Similar to one in the Royal Collection, it sold just shy of the top estimate at £360.
A double-estimate £1500 was bid for a late 19th century French fan of Brussels lace with a beehive design signed by the little-known F Gardon.
It was offered in its box labelled J Duvelleroy, Regent Street, London, a top-end maker and retailer, suggesting Gardon is a name meriting further research.
More is known of the late 19th century designer and miniaturist Frances Houghton, one of whose fans was given to Queen Victoria by the Prince and Princess of Wales on her Golden Jubilee.
Four of his works sold at Newbury. Going well over estimate at £340 was a c.1880 fan with ivory sticks and vellum leaf painted with a gentleman on a horse speaking to a woman sewing outside her cottage.
Probably the most fashionable 19th century fan painter was Jules Donzel, one of three members of the family whose designs were sought by the top Paris makers including Duvelleroy and Kees.
The c.1880 single paper leaf example offered by SAS, had also been sold at Duvelleroy’s Regent Street shop and came with a note backed by photographic evidence, saying the fan had been Carried by Queen Mary at The Wedding of Princess Victoria Louise of Prussia and Prince Ernest Augustus of Cumberland, Berlin 24 May 1913.
Decorated with newlyweds leaving a church and signed Donzel, it was estimated at £800-1200 and sold to a collector at £1500.
On May 23, Tennants (20% buyer’s premium) offered the first 250 lots from the collection of fans built up by Arthur Blackborne (1856-1952). There will be more to come at Leyburn on July 25.
The collection was begun by Blackborne’s father at the lace shop he established in Mayfair in 1850 and was on the market for the first time since Arthur’s death, when the shop closed.
It attracted wide interest from abroad and 40% of the buyers came from overseas: Europe, the US, Turkey and (especially) China.
Nevertheless, it was a London collector who took the top item against a Chinese underbidder.
This was a mid-19th century Mandarin fan – a loose term generally meaning fans with lacquered ivory or sandalwood sticks and leaves painted with Chinese figures in strong colours.
The double-paper leaf example, with a diamanté rivet, had 14 densely carved lacquer sticks and depicted figures with ivory faces and silk robes.
It was offered with a period lacquered fan box finely painted to exterior and interior with vignettes of figures and, against a £600-900 estimate, sold at £3700.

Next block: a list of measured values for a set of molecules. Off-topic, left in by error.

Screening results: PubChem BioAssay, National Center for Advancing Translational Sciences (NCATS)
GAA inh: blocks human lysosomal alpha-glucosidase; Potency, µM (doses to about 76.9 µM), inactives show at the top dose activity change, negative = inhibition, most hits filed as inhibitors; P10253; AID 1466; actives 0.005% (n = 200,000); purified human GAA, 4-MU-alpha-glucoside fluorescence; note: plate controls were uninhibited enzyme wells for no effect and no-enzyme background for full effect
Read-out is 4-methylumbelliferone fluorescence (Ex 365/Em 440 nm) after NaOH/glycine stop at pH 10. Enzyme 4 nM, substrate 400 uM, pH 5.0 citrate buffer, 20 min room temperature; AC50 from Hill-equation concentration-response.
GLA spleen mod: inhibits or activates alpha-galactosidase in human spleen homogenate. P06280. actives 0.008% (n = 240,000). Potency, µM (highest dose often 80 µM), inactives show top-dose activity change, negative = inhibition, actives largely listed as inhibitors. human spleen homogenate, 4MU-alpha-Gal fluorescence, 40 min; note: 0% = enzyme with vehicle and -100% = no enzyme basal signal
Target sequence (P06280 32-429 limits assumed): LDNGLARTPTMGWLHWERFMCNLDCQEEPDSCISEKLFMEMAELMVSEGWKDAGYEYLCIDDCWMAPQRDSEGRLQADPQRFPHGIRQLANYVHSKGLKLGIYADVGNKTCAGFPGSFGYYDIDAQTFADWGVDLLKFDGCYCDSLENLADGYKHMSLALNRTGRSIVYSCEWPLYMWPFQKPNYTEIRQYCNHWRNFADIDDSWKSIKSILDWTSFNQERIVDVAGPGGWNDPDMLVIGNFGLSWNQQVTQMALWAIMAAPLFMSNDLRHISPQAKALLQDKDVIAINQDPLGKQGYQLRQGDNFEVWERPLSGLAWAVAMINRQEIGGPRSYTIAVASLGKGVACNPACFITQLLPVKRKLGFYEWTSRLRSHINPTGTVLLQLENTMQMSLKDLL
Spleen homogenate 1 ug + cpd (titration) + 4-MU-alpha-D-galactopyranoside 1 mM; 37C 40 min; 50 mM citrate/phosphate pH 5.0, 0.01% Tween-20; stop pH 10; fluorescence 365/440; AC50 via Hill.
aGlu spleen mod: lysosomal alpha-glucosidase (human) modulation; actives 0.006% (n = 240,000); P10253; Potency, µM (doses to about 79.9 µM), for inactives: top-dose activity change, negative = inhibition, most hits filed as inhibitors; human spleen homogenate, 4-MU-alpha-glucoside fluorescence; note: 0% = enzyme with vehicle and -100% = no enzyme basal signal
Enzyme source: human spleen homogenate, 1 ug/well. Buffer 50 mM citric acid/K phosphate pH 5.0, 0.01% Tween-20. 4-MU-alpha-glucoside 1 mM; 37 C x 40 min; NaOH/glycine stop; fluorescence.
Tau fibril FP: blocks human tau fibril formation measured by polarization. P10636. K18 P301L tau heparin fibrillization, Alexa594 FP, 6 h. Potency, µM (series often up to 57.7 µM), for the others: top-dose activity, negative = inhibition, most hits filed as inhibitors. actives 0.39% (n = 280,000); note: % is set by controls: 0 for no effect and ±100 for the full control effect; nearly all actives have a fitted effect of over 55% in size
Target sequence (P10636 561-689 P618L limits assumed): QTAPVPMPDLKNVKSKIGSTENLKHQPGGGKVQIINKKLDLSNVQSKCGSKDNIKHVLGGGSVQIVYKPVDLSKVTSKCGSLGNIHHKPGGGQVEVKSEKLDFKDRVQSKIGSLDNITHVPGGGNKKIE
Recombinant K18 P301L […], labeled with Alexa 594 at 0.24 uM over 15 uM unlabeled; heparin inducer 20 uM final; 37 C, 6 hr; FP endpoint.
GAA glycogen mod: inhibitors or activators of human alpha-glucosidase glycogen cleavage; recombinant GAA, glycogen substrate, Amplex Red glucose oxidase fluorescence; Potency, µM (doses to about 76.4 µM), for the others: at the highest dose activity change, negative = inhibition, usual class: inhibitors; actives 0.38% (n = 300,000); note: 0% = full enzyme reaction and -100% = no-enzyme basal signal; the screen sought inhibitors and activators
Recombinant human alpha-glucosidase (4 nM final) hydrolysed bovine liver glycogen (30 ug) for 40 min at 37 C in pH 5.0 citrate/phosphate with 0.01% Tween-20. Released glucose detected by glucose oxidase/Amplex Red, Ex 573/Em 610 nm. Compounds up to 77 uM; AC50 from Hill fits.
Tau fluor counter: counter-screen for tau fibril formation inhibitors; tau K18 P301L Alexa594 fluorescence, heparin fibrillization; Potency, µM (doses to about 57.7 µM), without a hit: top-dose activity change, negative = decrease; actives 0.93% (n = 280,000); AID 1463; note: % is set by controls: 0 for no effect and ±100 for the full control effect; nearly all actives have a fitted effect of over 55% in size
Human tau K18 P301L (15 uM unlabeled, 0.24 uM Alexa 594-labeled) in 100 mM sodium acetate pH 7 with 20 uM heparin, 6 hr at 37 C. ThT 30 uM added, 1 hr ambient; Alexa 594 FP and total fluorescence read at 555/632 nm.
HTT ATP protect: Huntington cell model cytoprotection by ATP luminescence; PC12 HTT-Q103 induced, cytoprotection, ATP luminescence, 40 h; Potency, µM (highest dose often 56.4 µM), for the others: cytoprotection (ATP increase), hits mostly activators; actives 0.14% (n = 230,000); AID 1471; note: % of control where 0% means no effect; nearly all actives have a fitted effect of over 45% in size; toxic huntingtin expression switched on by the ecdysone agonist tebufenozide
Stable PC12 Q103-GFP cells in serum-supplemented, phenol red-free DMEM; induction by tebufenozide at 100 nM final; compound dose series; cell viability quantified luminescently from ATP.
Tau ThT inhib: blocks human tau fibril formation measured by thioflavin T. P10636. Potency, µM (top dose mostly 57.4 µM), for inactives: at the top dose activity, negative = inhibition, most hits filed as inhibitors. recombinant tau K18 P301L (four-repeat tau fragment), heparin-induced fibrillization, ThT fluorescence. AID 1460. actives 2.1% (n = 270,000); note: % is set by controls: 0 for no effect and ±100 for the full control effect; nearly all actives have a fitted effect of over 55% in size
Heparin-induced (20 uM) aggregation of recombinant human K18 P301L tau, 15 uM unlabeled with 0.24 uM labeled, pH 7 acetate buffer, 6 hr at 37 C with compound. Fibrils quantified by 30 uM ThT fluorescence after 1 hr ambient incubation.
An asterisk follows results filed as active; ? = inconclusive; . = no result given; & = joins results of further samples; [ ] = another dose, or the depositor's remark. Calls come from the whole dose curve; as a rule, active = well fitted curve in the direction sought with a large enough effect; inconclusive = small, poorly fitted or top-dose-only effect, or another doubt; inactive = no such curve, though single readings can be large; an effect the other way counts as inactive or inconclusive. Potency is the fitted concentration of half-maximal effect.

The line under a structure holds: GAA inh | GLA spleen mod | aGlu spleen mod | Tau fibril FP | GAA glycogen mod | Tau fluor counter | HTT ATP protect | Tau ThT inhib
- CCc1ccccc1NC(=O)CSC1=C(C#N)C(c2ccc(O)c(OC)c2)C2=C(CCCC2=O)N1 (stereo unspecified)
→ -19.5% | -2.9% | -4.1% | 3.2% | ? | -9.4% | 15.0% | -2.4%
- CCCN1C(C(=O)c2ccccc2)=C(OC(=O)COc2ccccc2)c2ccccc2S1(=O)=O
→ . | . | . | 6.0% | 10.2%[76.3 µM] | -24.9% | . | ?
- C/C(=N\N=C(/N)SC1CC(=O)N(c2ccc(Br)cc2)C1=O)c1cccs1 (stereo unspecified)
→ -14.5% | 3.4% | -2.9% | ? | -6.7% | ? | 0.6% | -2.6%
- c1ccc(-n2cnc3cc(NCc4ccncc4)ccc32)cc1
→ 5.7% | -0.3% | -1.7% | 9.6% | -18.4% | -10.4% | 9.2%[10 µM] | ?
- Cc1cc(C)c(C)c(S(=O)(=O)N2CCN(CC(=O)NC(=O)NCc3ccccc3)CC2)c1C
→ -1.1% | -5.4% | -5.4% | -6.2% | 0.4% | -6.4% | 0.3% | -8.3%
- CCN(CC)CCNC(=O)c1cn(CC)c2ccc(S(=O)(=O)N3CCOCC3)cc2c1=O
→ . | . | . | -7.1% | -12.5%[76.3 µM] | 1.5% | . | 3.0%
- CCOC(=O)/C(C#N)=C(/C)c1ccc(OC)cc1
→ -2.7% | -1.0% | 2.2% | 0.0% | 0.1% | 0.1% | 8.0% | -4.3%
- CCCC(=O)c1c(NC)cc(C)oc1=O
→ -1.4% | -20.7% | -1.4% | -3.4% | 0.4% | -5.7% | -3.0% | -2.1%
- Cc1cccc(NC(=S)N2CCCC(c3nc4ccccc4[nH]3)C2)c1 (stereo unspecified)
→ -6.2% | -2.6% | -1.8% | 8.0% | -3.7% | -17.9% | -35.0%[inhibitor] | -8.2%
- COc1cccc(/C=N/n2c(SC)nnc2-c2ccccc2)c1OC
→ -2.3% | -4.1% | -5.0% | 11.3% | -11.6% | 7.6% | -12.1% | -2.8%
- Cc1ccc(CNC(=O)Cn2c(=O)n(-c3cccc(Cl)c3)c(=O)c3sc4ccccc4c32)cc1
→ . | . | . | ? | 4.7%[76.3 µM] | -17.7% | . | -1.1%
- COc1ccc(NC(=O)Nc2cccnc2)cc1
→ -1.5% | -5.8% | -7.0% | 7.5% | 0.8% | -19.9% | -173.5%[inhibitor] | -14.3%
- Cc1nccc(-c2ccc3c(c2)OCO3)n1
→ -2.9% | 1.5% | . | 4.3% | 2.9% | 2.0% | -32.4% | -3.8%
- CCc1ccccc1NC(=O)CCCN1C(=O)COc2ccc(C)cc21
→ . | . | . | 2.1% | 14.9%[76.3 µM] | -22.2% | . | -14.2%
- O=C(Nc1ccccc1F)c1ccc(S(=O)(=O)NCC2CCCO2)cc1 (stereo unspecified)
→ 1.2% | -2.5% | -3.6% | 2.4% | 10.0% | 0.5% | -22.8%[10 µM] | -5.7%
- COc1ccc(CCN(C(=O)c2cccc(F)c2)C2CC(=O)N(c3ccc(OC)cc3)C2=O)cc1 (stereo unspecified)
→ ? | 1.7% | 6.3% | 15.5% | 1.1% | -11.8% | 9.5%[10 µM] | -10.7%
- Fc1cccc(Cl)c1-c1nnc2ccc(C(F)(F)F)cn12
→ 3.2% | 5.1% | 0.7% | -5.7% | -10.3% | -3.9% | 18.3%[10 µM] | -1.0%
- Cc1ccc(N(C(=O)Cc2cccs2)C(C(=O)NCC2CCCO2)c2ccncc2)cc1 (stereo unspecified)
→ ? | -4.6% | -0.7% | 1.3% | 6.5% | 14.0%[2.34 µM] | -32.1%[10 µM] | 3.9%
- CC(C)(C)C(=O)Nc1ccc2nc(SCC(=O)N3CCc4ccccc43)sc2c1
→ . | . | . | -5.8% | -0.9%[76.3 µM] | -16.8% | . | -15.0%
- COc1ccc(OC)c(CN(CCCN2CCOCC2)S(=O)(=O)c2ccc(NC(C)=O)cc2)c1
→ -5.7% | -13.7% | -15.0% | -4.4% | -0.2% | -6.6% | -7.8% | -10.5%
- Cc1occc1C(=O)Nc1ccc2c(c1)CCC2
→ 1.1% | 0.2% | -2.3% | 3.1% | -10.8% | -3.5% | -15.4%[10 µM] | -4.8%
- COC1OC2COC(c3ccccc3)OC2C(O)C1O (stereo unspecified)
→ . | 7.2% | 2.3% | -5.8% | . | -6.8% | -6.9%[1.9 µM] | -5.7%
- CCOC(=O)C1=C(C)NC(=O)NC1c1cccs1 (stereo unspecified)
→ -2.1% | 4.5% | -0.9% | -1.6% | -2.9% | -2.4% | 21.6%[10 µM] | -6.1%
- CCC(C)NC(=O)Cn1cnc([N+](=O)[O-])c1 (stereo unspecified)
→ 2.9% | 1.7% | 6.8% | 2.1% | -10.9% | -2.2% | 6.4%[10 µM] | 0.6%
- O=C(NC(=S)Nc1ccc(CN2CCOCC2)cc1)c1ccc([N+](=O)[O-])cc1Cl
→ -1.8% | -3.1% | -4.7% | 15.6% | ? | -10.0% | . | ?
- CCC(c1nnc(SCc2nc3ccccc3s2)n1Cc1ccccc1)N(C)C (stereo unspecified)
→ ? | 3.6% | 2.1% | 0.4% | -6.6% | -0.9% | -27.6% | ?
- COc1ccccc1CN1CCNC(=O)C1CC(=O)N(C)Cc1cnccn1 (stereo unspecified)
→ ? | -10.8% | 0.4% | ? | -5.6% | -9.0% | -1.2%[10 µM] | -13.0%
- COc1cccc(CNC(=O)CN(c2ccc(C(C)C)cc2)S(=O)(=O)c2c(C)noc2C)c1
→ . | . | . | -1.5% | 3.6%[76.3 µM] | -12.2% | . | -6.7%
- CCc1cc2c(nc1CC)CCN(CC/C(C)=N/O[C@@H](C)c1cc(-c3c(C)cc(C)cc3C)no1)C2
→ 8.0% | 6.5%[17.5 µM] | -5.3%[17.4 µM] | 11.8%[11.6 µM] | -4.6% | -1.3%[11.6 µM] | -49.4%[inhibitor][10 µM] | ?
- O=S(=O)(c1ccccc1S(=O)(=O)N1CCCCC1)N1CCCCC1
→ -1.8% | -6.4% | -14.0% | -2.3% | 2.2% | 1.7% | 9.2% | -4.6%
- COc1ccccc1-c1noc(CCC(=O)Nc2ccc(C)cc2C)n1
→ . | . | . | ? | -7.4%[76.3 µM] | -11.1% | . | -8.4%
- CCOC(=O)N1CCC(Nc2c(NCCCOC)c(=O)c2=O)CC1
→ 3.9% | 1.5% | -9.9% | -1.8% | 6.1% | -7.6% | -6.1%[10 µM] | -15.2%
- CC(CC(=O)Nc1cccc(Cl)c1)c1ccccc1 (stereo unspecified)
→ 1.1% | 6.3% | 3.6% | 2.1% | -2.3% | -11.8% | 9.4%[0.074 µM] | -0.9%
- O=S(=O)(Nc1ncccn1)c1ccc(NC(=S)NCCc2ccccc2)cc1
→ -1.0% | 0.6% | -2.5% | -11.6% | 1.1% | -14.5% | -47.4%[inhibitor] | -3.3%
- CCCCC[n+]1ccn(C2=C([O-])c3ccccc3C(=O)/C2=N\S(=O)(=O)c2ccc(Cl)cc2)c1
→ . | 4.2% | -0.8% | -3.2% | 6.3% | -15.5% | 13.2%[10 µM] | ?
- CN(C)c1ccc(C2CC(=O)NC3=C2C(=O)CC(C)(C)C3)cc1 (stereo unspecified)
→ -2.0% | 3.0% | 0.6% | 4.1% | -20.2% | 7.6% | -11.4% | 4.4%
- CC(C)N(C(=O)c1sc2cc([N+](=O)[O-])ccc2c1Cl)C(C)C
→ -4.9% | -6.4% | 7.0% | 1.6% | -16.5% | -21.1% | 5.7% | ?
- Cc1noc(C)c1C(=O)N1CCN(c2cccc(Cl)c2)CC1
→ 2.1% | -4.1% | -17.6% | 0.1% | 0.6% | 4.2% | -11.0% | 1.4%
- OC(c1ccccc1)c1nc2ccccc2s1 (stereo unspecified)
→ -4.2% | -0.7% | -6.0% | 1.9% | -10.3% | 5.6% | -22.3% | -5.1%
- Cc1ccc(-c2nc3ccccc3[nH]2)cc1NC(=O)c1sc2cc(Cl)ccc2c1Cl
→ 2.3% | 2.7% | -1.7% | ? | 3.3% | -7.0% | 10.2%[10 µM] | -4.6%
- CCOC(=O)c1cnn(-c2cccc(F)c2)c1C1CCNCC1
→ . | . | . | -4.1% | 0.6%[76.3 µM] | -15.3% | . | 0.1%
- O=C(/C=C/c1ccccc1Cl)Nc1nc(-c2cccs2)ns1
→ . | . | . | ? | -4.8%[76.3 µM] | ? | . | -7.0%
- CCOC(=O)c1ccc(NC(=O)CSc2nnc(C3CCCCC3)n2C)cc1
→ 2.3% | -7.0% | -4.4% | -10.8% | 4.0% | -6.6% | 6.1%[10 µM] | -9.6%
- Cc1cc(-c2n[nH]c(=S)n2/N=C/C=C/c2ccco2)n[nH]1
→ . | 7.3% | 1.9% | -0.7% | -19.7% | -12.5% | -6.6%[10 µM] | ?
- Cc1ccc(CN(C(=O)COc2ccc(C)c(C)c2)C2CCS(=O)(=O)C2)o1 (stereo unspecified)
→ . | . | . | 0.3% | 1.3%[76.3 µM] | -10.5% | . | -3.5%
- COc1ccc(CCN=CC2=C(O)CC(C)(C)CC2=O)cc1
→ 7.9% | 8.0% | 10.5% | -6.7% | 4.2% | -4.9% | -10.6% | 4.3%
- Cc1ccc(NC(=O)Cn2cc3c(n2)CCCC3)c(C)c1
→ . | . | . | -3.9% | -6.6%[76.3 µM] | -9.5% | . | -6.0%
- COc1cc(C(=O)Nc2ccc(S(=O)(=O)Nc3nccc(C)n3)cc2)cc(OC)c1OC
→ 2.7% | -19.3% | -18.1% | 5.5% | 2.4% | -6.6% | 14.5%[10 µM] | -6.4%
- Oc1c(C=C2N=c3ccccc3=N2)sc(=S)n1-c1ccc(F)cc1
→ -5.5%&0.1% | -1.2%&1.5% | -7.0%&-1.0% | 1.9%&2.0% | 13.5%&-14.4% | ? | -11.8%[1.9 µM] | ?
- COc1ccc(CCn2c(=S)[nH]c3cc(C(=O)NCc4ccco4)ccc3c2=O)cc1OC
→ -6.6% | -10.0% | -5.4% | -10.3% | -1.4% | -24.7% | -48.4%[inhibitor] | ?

A similar mid-19th century boxed Mandarin fan had incised mother-of-pearl sticks and a double paper leaf decorated with figures in pagoda landscapes with painted ivory faces and applied silk robes. With a mother-of-pearl rivet, it had some condition problems and was pitched at £600-900 but sold at £2000.
Also going way above a £400-700 estimate was a c.1840-1860 Chinese fan with wooden sticks intricately lacquered in gold on black depicting harbour scenes.
The double-paper leaf featured three vignettes of more harbour scenes along with figures with painted ivory faces and silk robes. It sold to the UK trade at £2000.
A strength of the Blackborne collection was the number of 18th century English and European works decorated with biblical and mythological scenes rarely found on fans. Among these was an unusual mid-18th century fan with tortoiseshell sticks and a double paper (or vellum) leaf titled Homage to Cupid.
It showed the cherubic god on a pedestal being offered fruit by young ladies seeking true love. The sticks and guards were carved with a series of hearts, symbols and numbers – a French cryptogram deciphered by the education officer of the International Fan Circle as being an offering of a thousand kisses… She ravishes by her beauty/ At the foot of the altar, unattached hearts /Love, and I have this hope.
The catalogue noted that this means the leaf and the monture (the skeleton) were made specially to complement each other, something not often found. It sold to another London collector a shade above expectations at £2200.
Eighteenth century Grand Tour items were another strong area of the collection – among them an ivory fan with a vellum leaf depicting a fireworks display at Castel Sant’ Angelo in Rome, watched by crowds to the fore and by a group of wealthy ladies in a gilded seat. Estimated at £700-900, it sold at £2100.